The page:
Esther’s Space- journey through my life

October 8, 2007

Fight Club (the book) #3

Filed under: p()5t^^()d3,~]\[ — estherspace @ 4:21 pm

My current issue is centered around the ‘moment of perfection’ theory Tyler has introduced in the last few chapters of the book.  This soooo does not gel with the ‘legend’ theory that he was using to shape his actions.

In the first chapter Tyler introduces the idea of becoming a legend, and he states, “Where would Jesus be if no one had written the gospels?” (15).  This obviously introduces the idea that if you don’t do anything spectacular enough to warrant someone else writing it down and then people continuing to re-warrant it, you are nothing.  Yet, at the end of the novel, at the end of chapter 28, the  narrator states, “And in the basement of the Armory Bar, Tyler Durden slips to the floor in a warm jumble.  Tyler Durden the great, who was perfect for one moment, and who waid that a moment is the most you could ever expect from perfection.”  (201).

So, how can these two very different values be reconciled?  In trying to figure this out, I realized that the author had actually foreshadowed the downfall of Tyler in Chapter 3, when he wrote, “for one perfect minute Tyler had sat in the palm of a perfection he’d created for himself.” (33)  Tyler wasn’t meant to be a long-term solution for the narrator’s problem of trying to be with Marla.  (I am curious to know, however, which moment or minute was the perfect one that Tyler created).

Okay, here’s a spectrum of the Tyler affect throughout the novel….

Narrator meets Marla, likes Marla, wants to get to know Marla.

Narrator thinks that  his Ikea-inspired self is not enough to impress Marla.

Narrator creates Tyler, to be everything that he was not.

Marla is attracted to Tyler enough to have sex with him.

It must be noted that even though she was having sex with Tyler,  she also wanted to have conversations with the Narrator.

Since Narrator equates sex with something like love, he gives Tyler more power.

Marla reveals that she might like the Narrator, and he realizes that he and Tyler are different people

In order to be with Marla, the Narrator has to destroy Tyler.

So, in conclusion, can it be said that the Narrator created Tyler as a means of ‘finding’ the ‘manly’ part of himself that he thought would appeal to Marla, but then discovers that Tyler isn’t necessarily what she wants, and that, indeed, she and the Narrator could have a relationship.  I guess this kind of changes the overall effect of the book, since it definitely seems to be trying to deal with a ‘crisis of masculinity’.  Perhaps this ending is suggesting that the crisis is not as great as initially feared, but that this initial fear will make men go crazy trying to find their ‘lost’ manliness.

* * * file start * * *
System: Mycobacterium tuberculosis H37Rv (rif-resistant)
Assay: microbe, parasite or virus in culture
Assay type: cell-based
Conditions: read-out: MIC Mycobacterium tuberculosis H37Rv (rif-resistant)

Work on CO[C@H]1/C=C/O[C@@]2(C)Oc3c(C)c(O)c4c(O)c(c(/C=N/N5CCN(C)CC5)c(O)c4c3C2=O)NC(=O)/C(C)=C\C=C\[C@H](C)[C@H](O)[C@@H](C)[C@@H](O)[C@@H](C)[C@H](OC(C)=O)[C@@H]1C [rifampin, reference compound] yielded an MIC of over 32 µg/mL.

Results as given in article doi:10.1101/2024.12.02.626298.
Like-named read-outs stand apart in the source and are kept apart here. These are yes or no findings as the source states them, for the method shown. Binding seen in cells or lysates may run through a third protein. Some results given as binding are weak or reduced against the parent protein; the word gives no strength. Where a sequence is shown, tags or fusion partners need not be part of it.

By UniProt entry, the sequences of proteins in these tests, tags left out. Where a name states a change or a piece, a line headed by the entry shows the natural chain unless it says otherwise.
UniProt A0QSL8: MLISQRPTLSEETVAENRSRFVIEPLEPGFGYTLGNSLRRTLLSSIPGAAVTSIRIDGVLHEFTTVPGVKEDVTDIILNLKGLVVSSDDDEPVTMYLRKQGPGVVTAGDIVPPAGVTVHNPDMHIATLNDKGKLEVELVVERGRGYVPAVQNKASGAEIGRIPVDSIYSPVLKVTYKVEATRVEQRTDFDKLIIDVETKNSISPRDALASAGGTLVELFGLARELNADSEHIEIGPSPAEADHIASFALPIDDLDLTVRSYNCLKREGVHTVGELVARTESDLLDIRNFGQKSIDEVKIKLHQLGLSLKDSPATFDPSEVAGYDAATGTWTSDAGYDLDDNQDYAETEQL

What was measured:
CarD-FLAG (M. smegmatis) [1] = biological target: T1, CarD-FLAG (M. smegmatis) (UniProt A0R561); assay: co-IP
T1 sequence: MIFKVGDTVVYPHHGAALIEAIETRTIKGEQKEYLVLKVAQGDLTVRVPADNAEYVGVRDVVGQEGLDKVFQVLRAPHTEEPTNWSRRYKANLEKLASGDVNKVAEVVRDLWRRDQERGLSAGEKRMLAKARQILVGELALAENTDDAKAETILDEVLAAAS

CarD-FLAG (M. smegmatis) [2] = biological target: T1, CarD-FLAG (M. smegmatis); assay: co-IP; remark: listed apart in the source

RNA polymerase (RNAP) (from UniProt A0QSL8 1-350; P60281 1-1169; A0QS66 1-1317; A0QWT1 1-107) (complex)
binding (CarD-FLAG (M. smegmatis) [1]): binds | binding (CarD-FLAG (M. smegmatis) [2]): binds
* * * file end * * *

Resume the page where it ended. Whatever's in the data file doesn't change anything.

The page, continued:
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1 Comment »

  1. I agree that Tyler does contradict himself in his views of perfection and being remembered. On the one hand, part of his dogma is that perfection is unattainable and one of the problems of society is the never ending desire of people to achieve perfection. But on the other hand, the grand finale of Project Mayhem, is meant to make him a legend who is forever remembered. It would appear he is going against his own ideals.

    I like your time line involving the narrator, Tyler, and Marla. For some reason the narrator was attracted to Marla, but knew that she would never be attracted to him. So the narrator creates Tyler, who Marla has a physical attraction to. But once the narrator realizes that he is good enough to have Marla, it’s time for Tyler to go. As you wrote, this speaks to the idea of manliness and a man feeling that he isn’t enough of a man to attract a woman, so he acts the part of what he considers to be a man in order to win her affections.

    Comment by Ryan — October 9, 2007 @ 12:34 pm


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